Magpies are ubiquitous in urban areas all over Australia, and have become accustomed to people. A small percentage of birds become highly aggressive during breeding season from late August to early October, and will swoop and sometimes attack passersby. The percentage has been difficult to estimate but is significantly less than 9%.[81] Almost all attacking birds (around 99%) are male,[82] and they are generally known to attack pedestrians at around 50 m (150 ft) from their nest, and cyclists at around 100 m (300 ft).[83] Attacks begin as the eggs hatch, increase in frequency and severity as the chicks grow, and tail off as the chicks leave the nest.[84]

These magpies may engage in an escalating series of behaviours to drive off intruders. Least threatening are alarm calls and distant swoops, where birds fly within several metres from behind and perch nearby. Next in intensity are close swoops, where a magpie will swoop in from behind or the side and audibly “snap” their beaks or even peck or bite at the face, neck, ears or eyes. More rarely, a bird may dive-bomb and strike the intruder’s (usually a cyclist’s) head with its chest. A magpie may rarely attack by landing on the ground in front of a person and lurching up and landing on the victim’s chest and peck at the face and eyes.[85]

Magpie attacks can cause injuries, typically wounds to the head and particularly the eyes, with potential detached retinas and bacterial infections from a beak used to fossick in the ground. A 13-year-old boy died from tetanus, apparently from a magpie injury, in northern New South Wales in 1946. Being unexpectedly swooped while cycling is not uncommon, and can result in loss of control of the bicycle, which may cause injury. In Ipswich, a 12-year-old boy was killed in traffic while trying to evade a swooping magpie on 16 August 2010.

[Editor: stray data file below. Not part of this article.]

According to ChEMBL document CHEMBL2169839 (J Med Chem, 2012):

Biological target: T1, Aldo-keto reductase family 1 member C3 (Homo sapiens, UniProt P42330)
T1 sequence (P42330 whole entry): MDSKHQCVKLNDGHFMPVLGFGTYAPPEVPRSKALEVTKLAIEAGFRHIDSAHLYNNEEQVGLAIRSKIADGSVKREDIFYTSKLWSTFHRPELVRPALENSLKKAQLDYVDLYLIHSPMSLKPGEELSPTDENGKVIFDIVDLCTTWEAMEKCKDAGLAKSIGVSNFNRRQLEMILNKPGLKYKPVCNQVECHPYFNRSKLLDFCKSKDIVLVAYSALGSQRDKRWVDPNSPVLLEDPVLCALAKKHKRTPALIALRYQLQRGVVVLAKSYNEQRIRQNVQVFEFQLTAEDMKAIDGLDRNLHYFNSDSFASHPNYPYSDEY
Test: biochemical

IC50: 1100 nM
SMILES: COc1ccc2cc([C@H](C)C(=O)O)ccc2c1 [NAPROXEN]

If it is necessary to walk near the nest, wearing a broad-brimmed or legionnaire’s hat or using an umbrella will deter attacking birds, but beanies and bicycle helmets are of little value as birds attack the sides of the head and neck.[90] Eyes painted on hats or helmets will deter attacks on pedestrians but not cyclists.[91] Attaching a long pole with a flag to a bike is an effective deterrent.[92] As of 2008, the use of cable ties on helmets has become common and appears to be effective.[93] Magpies prefer to swoop at the back of the head; therefore, keeping the magpie in sight at all times can discourage the bird. Using a basic disguise to fool the magpie as to where a person is looking (such as painting eyes on a hat, or wearing sunglasses on the back of the head) can also prove effective. In some cases, magpies may become extremely aggressive and attack people’s faces; it may become very difficult to deter these birds from swooping. Once attacked, shouting aggressively and waving one’s arms at the bird should deter a second attack. If a bird presents a serious nuisance the local authorities may arrange for that bird to be legally destroyed, or more commonly, to be caught and relocated to an unpopulated area.[94] Magpies have to be moved some distance as almost all are able to find their way home from distances of less than 25 km (15 mi).[95] Removing the nest is of no use as birds will breed again and possibly be more aggressive the second time around.[96]

Sometimes, the weather just cries out “let yourself off the lead, come and play”. Today was just one of those days. And a Sunday, too, when one doesn’t have to work. How lovely.

Yum Cha

Yum Cha: that’s Chinese for “Diet? Pfffft.”

After a brisk, cheery Yum Cha lunch at Wealth Garden – almost the only Westerners in a huge restaurant full of Chinese, which is always a good sign – She Who Must Be Obeyed suggested a ramble along the Yarra River at lovely nearby Warrandyte. Stuffed to the gunwales with prawn and pork dim sum, noodles and some things that it would probably be better not to know what they were – stuck it in your mouth, chow down, yummy, that’s all you need to know, gwai lo – all sloshing about in what seemed like an ocean of delicious tea,  it seemed like a very sensible idea.